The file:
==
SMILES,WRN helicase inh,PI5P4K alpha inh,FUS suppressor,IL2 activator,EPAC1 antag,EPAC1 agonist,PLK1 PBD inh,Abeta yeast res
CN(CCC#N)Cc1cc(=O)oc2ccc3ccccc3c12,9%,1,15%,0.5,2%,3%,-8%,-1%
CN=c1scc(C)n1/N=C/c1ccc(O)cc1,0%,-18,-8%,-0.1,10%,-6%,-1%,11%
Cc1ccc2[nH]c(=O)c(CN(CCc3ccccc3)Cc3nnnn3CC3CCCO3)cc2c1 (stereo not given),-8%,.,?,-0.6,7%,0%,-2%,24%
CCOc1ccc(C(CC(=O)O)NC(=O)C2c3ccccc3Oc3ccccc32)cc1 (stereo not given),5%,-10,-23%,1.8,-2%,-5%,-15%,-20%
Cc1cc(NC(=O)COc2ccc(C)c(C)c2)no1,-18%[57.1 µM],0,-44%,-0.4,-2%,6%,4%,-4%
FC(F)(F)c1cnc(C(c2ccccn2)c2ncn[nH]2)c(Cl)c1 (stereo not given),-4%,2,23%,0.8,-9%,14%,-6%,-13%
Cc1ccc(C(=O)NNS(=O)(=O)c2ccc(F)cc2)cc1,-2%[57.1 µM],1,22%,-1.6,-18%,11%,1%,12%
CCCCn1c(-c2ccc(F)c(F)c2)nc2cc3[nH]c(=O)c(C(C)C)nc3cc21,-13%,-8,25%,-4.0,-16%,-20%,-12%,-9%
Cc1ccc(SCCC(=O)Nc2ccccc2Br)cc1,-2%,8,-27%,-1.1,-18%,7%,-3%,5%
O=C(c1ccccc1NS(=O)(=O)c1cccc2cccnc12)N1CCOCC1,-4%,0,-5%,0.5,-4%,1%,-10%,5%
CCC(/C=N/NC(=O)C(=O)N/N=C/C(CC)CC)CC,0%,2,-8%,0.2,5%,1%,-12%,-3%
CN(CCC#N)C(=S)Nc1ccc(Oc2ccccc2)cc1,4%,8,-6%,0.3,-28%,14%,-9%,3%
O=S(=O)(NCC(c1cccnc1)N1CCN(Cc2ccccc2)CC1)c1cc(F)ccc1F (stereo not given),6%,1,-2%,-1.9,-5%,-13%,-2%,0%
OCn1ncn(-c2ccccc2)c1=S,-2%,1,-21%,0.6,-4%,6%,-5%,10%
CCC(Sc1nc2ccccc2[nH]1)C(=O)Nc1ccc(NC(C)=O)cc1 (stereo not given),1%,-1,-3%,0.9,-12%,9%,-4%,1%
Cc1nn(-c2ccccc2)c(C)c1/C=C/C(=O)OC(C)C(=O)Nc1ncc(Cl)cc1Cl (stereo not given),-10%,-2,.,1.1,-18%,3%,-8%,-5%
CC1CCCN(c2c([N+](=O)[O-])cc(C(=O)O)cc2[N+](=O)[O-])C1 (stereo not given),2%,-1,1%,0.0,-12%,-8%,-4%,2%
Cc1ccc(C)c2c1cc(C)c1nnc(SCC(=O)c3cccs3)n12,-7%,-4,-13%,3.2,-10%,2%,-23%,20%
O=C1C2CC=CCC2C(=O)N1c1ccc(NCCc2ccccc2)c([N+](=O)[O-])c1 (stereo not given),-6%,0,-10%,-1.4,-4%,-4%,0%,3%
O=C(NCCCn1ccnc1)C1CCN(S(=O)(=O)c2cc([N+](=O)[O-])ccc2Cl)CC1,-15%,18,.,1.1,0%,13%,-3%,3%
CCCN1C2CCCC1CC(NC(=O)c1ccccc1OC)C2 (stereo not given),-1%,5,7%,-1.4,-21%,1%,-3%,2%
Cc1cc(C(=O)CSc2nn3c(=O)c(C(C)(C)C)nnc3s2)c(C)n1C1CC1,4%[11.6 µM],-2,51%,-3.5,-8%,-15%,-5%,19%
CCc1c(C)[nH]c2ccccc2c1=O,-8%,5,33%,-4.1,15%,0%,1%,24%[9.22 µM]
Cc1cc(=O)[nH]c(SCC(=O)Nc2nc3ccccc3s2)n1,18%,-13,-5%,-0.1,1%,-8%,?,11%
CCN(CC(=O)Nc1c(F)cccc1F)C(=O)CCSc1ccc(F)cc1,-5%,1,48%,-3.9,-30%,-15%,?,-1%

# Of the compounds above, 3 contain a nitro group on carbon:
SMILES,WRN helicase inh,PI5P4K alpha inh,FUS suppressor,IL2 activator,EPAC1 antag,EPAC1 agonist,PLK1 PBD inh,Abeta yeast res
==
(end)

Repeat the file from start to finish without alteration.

SMILES,WRN helicase inh,PI5P4K alpha inh,FUS suppressor,IL2 activator,EPAC1 antag,EPAC1 agonist,PLK1 PBD inh,Abeta yeast res
CN(CCC#N)Cc1cc(=O)oc2ccc3ccccc3c12,9%,1,15%,0.5,2%,3%,-8%,-1%
CN=c1scc(C)n1/N=C/c1ccc(O)cc1,0%,-18,-8%,-0.1,10%,-6%,-1%,11%
Cc1ccc2[nH]c(=O)c(CN(CCc3ccccc3)Cc3nnnn3CC3CCCO3)cc2c1 (stereo not given),-8%,.,?,-0.6,7%,0%,-2%,24%
CCOc1ccc(C(CC(=O)O)NC(=O)C2c3ccccc3Oc3ccccc32)cc1 (stereo not given),5%,-10,-23%,1.8,-2%,-5%,-15%,-20%
Cc1cc(NC(=O)COc2ccc(C)c(C)c2)no1,-18%[57.1 µM],0,-44%,-0.4,-2%,6%,4%,-4%
FC(F)(F)c1cnc(C(c2ccccn2)c2ncn[nH]2)c(Cl)c1 (stereo not given),-4%,2,23%,0.8,-9%,14%,-6%,-13%
Cc1ccc(C(=O)NNS(=O)(=O)c2ccc(F)cc2)cc1,-2%[57.1 µM],1,22%,-1.6,-18%,11%,1%,12%
CCCCn1c(-c2ccc(F)c(F)c2)nc2cc3[nH]c(=O)c(C(C)C)nc3cc21,-13%,-8,25%,-4.0,-16%,-20%,-12%,-9%
Cc1ccc(SCCC(=O)Nc2ccccc2Br)cc1,-2%,8,-27%,-1.1,-18%,7%,-3%,5%
O=C(c1ccccc1NS(=O)(=O)c1cccc2cccnc12)N1CCOCC1,-4%,0,-5%,0.5,-4%,1%,-10%,5%
CCC(/C=N/NC(=O)C(=O)N/N=C/C(CC)CC)CC,0%,2,-8%,0.2,5%,1%,-12%,-3%
CN(CCC#N)C(=S)Nc1ccc(Oc2ccccc2)cc1,4%,8,-6%,0.3,-28%,14%,-9%,3%
O=S(=O)(NCC(c1cccnc1)N1CCN(Cc2ccccc2)CC1)c1cc(F)ccc1F (stereo not given),6%,1,-2%,-1.9,-5%,-13%,-2%,0%
OCn1ncn(-c2ccccc2)c1=S,-2%,1,-21%,0.6,-4%,6%,-5%,10%
CCC(Sc1nc2ccccc2[nH]1)C(=O)Nc1ccc(NC(C)=O)cc1 (stereo not given),1%,-1,-3%,0.9,-12%,9%,-4%,1%
Cc1nn(-c2ccccc2)c(C)c1/C=C/C(=O)OC(C)C(=O)Nc1ncc(Cl)cc1Cl (stereo not given),-10%,-2,.,1.1,-18%,3%,-8%,-5%
CC1CCCN(c2c([N+](=O)[O-])cc(C(=O)O)cc2[N+](=O)[O-])C1 (stereo not given),2%,-1,1%,0.0,-12%,-8%,-4%,2%
Cc1ccc(C)c2c1cc(C)c1nnc(SCC(=O)c3cccs3)n12,-7%,-4,-13%,3.2,-10%,2%,-23%,20%
O=C1C2CC=CCC2C(=O)N1c1ccc(NCCc2ccccc2)c([N+](=O)[O-])c1 (stereo not given),-6%,0,-10%,-1.4,-4%,-4%,0%,3%
O=C(NCCCn1ccnc1)C1CCN(S(=O)(=O)c2cc([N+](=O)[O-])ccc2Cl)CC1,-15%,18,.,1.1,0%,13%,-3%,3%
CCCN1C2CCCC1CC(NC(=O)c1ccccc1OC)C2 (stereo not given),-1%,5,7%,-1.4,-21%,1%,-3%,2%
Cc1cc(C(=O)CSc2nn3c(=O)c(C(C)(C)C)nnc3s2)c(C)n1C1CC1,4%[11.6 µM],-2,51%,-3.5,-8%,-15%,-5%,19%
CCc1c(C)[nH]c2ccccc2c1=O,-8%,5,33%,-4.1,15%,0%,1%,24%[9.22 µM]
Cc1cc(=O)[nH]c(SCC(=O)Nc2nc3ccccc3s2)n1,18%,-13,-5%,-0.1,1%,-8%,?,11%
CCN(CC(=O)Nc1c(F)cccc1F)C(=O)CCSc1ccc(F)cc1,-5%,1,48%,-3.9,-30%,-15%,?,-1%

# Of the compounds above, 3 contain a nitro group on carbon:
SMILES,WRN helicase inh,PI5P4K alpha inh,FUS suppressor,IL2 activator,EPAC1 antag,EPAC1 agonist,PLK1 PBD inh,Abeta yeast res